Updated: Sep 12, 2019
Ricardo Marques is a poet and translator who lives in Lisbon. He has lived in London, where he was commissioned to compose two poems for the 60th anniversary of the Organ in the Royal Festival Hall. He has translated different poets into Portuguese: Anne Carson, Billy Collins, D.H. Lawrence, Patti Smith, Vicente Huidobro and Tennessee Williams, among others. His most recent poems in English were published in the anthology "Europoe - an anthology of 21st century innovative European poetry" (Kingston Univ. Press, 2019). In the fall 2019, a groundbreaking anthology on European Futurist poetry, organized and translated by him, will be published for the first time in Portuguese.
THESE ARE THE HANDS THAT MAKE THE POEM
These are the hands that make the poem, and perform the music:
If I had to compose something for this organ that would possibly be a sonnet, a little sound in homage, or a song, with rhymes and rhythms, like a crown of proper copper not brass, to burn while it blasts its breathing
To shine while it is being played
This organ sits in its place like a wide range of families brought together for the single event of being alive: to collaborate
sucking up the energy around, fuming like volcanos exploring space
See it now, again: its face in full splendor the organs in the organ:
open lungs, open heart, pressed by time in a compass, com pressed by pedals awaiting the feet of the poet, deciphering strategies and unforeseen forces, Like in a poem.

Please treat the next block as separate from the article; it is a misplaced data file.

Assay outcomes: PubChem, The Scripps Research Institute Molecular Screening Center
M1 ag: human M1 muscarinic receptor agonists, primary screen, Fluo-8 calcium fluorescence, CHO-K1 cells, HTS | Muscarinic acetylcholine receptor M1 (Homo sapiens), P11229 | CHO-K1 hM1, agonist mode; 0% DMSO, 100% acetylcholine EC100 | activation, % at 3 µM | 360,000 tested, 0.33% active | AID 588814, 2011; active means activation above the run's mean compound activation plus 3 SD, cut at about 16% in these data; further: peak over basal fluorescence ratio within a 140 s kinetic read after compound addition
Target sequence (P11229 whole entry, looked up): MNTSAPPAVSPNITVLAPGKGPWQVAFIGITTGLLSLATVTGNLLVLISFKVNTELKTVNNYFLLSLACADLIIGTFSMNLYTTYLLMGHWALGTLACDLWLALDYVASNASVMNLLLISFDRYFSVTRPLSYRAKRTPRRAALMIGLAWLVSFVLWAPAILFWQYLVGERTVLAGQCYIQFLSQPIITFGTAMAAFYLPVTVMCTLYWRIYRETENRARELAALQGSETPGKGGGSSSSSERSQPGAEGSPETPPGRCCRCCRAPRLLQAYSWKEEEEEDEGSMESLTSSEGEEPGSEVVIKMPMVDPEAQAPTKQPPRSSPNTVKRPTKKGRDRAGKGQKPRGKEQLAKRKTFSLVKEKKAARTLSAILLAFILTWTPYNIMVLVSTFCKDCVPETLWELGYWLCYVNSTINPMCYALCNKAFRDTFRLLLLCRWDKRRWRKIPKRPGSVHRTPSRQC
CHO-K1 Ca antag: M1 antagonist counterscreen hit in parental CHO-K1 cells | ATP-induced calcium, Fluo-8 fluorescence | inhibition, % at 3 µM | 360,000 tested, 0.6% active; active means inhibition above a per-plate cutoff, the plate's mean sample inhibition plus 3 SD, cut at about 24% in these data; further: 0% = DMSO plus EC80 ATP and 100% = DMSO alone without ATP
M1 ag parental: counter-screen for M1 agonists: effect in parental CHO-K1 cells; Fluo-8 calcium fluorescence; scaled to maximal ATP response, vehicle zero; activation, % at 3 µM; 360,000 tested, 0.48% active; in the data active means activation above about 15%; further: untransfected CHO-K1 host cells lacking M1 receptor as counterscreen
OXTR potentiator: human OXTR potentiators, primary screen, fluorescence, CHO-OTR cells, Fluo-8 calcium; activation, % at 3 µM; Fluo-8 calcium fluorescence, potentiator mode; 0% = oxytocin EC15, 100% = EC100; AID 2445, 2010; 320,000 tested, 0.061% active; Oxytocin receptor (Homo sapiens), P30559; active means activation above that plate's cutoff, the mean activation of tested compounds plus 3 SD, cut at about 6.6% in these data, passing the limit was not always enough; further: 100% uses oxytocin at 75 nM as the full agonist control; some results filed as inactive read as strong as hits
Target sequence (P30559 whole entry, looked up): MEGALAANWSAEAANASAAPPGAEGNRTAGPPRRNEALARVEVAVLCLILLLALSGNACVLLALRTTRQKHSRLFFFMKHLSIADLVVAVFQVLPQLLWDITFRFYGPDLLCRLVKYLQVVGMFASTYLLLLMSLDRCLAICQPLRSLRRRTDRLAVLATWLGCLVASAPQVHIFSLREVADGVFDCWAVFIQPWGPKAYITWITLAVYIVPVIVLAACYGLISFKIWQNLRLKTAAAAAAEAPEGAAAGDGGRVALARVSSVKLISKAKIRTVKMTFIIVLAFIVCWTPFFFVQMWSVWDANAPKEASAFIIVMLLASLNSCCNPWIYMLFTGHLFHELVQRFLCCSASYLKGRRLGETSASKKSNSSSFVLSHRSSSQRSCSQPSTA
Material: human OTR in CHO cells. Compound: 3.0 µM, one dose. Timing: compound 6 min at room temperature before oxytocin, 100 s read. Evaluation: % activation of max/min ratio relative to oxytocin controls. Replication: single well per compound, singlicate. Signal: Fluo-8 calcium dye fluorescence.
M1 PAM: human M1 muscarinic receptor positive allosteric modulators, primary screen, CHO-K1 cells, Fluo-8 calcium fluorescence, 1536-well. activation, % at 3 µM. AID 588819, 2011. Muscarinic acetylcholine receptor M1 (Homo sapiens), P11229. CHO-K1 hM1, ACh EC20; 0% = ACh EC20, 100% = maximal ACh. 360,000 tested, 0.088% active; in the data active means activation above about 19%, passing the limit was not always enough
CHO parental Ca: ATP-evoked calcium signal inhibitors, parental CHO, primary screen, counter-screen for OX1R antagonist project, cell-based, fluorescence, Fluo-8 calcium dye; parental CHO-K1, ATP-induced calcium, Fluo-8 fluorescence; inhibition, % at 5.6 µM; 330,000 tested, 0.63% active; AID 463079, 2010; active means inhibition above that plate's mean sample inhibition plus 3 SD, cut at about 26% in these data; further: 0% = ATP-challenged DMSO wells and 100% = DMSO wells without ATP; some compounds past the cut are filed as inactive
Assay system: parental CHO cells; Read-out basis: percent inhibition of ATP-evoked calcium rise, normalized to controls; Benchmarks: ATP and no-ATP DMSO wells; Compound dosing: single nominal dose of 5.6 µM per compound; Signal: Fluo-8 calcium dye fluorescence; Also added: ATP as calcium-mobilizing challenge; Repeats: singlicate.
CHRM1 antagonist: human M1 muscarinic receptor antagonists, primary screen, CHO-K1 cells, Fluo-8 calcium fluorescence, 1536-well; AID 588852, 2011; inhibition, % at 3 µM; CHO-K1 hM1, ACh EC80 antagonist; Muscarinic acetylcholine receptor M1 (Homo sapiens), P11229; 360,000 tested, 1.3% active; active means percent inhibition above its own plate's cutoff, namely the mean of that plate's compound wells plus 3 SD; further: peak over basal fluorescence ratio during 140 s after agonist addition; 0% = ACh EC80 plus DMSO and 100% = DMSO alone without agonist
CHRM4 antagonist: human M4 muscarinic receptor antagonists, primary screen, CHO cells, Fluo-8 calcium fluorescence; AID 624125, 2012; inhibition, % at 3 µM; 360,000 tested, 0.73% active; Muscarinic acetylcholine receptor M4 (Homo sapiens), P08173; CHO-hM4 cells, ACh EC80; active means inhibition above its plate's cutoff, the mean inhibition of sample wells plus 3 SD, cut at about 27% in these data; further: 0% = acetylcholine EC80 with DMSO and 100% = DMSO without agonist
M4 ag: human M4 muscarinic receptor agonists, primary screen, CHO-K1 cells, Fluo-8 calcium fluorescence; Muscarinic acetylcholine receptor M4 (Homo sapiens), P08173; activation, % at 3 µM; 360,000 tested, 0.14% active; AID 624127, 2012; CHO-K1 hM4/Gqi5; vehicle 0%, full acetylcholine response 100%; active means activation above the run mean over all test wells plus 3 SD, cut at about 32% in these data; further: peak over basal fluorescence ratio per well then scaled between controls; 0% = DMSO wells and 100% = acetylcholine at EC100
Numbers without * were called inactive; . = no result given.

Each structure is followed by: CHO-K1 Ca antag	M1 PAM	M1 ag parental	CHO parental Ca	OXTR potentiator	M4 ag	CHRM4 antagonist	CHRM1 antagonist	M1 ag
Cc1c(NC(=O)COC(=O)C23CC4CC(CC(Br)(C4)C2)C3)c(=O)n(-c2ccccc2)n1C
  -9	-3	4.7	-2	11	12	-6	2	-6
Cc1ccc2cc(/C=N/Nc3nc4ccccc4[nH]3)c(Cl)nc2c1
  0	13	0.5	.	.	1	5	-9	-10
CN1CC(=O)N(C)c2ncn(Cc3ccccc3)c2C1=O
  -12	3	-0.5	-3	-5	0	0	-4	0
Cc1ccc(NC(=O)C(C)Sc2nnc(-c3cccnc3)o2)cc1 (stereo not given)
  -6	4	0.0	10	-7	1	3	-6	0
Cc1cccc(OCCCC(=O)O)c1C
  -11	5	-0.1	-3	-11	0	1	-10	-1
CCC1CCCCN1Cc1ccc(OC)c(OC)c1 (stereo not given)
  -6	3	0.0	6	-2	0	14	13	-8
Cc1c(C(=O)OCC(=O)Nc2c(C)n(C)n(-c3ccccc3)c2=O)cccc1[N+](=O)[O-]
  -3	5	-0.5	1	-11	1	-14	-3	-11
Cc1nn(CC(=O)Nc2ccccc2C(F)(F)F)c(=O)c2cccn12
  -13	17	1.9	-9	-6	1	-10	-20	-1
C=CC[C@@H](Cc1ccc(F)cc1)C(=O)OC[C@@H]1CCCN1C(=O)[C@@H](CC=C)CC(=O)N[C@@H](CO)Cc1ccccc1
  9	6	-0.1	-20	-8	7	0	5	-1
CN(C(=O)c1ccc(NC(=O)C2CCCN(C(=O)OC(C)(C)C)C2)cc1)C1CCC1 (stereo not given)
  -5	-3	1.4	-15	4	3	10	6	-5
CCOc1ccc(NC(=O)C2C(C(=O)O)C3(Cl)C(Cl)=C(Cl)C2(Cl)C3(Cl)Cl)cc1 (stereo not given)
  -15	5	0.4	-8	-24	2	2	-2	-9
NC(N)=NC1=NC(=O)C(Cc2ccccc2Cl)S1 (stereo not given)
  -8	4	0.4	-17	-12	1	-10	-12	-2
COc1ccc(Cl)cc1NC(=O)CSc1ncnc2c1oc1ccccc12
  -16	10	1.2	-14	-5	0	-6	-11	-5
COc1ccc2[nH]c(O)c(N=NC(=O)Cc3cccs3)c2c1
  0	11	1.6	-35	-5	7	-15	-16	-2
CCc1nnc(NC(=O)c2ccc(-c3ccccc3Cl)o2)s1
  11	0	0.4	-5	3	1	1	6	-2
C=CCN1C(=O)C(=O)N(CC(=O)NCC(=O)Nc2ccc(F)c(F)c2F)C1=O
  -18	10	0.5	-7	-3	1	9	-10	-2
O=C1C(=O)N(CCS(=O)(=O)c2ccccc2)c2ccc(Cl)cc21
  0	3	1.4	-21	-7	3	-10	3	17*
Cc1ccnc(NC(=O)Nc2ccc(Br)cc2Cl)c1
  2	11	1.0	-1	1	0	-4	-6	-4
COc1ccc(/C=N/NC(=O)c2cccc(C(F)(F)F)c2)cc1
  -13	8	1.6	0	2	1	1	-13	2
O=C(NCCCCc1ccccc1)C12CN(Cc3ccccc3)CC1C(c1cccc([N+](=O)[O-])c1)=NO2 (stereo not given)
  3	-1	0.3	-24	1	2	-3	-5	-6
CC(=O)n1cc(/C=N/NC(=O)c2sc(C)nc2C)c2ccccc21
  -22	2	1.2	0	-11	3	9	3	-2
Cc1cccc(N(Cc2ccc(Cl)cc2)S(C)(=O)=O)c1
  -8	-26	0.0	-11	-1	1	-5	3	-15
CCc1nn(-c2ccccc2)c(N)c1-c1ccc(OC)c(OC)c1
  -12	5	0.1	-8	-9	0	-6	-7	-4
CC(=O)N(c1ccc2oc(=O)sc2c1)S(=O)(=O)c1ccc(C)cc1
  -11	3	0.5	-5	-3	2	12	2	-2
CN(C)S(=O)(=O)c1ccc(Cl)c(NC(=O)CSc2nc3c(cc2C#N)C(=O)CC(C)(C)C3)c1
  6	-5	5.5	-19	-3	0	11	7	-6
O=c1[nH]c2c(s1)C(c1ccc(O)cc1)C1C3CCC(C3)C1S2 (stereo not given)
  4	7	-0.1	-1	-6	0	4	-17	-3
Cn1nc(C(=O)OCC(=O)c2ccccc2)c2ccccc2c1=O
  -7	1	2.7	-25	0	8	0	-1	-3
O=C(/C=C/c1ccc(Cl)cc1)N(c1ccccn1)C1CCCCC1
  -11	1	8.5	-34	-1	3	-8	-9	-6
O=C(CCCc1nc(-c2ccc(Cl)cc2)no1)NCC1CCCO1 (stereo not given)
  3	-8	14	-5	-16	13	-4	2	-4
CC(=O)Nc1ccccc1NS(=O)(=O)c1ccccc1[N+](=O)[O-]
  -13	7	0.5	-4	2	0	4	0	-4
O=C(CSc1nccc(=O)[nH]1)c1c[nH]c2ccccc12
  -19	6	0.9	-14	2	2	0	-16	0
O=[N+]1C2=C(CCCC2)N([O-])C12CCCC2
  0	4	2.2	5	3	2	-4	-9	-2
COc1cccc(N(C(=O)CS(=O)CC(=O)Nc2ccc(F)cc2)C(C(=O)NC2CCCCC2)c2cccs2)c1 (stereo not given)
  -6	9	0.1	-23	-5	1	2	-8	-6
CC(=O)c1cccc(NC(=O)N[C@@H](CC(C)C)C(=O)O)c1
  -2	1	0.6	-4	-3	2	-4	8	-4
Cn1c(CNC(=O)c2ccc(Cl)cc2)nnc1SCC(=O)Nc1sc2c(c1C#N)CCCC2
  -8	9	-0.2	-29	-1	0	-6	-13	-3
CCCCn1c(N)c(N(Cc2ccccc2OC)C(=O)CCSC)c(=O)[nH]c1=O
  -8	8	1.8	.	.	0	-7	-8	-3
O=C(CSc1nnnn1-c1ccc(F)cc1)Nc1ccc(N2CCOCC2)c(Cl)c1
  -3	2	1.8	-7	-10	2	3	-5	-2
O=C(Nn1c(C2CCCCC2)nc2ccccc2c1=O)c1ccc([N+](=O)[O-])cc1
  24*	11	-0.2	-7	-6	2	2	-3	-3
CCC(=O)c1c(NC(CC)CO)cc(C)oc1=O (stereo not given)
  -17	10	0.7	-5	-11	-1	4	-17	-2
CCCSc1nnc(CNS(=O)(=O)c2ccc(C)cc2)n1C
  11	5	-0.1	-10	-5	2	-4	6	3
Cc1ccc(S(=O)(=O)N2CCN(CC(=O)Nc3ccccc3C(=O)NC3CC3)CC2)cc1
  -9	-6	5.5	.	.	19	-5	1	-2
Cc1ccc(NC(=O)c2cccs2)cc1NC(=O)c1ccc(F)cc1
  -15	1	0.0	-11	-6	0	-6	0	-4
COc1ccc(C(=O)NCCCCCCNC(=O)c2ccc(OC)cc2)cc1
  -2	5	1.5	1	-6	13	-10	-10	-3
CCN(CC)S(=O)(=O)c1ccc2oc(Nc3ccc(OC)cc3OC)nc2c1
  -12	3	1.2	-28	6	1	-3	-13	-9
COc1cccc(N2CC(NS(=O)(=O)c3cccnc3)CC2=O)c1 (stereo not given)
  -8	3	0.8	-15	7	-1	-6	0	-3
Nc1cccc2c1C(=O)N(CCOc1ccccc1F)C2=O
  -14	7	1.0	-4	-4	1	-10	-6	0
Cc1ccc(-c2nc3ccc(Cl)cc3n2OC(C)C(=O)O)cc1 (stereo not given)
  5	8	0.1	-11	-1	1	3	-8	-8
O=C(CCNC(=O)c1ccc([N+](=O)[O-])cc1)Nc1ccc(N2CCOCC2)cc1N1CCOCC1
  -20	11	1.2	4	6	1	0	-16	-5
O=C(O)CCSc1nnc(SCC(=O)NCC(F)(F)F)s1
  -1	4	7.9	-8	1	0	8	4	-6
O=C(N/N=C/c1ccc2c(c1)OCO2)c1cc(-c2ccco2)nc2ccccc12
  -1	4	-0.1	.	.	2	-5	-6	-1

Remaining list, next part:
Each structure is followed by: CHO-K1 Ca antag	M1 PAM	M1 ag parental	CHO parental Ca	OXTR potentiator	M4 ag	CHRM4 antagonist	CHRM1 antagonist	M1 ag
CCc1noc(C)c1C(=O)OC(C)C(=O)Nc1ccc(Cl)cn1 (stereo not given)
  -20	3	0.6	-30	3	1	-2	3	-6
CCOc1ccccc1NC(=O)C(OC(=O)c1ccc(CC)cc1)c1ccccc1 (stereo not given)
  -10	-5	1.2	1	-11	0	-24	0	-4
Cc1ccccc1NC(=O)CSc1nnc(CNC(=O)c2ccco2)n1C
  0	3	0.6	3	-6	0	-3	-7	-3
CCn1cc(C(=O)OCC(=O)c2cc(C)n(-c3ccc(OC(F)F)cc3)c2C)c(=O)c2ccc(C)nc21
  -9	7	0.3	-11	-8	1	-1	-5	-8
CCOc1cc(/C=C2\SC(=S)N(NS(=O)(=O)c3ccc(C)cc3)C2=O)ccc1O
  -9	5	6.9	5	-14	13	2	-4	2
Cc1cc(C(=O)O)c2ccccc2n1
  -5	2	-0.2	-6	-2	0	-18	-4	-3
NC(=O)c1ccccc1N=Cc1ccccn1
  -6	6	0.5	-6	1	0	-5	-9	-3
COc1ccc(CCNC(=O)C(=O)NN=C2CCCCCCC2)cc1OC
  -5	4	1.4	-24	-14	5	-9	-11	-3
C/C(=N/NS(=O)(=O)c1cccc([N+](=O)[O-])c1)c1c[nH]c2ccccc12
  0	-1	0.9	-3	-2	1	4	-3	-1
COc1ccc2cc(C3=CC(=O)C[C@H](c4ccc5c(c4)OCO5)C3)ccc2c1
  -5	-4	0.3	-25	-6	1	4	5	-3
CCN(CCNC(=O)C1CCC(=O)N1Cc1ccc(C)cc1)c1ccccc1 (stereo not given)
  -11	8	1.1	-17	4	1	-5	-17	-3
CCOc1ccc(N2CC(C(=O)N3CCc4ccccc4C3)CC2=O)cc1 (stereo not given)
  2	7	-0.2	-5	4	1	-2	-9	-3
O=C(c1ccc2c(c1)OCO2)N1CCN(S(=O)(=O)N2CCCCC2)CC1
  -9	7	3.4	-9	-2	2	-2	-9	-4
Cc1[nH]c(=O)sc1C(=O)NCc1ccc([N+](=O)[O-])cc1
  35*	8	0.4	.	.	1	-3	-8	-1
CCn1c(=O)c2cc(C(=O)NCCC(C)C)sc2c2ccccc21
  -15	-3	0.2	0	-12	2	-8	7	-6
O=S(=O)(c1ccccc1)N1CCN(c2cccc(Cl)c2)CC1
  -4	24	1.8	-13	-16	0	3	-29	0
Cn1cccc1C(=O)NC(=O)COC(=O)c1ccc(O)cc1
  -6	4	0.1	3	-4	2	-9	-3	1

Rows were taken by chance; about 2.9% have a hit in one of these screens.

Hear the mathematics of its music transfused into words and remember you'll never write alone – every aspect of its verb will be heard in all the things we are made of
in the grand scheme of things
these pipes have their own dreams a tongue inside that vibrates.
Let this be the day the town will stop to hear itself among its people, like sixty years from here, we all unborn or recently dead, in the cacophony of a lost universe,
bear and naked like a lost soul, dispersed among the ruins of a full length moon,
Let this organ play for peace, inaugurate a time for hope, an everlasting kind of love, the applause in the audience
This is not a lonely instrument, listen: it is here for you:
its heaviness is not measured in tones. Because life is atonal, its tunes are topical and remedy for better use:
hear it now again, stung in this life and death battle:
pedals, stops, pipes, exhausting vertical accelerations by fingers, yes fingers:
and when you finish listening all you'll leave behind is the touch and the silence, because the music of life is immaterial, immortal.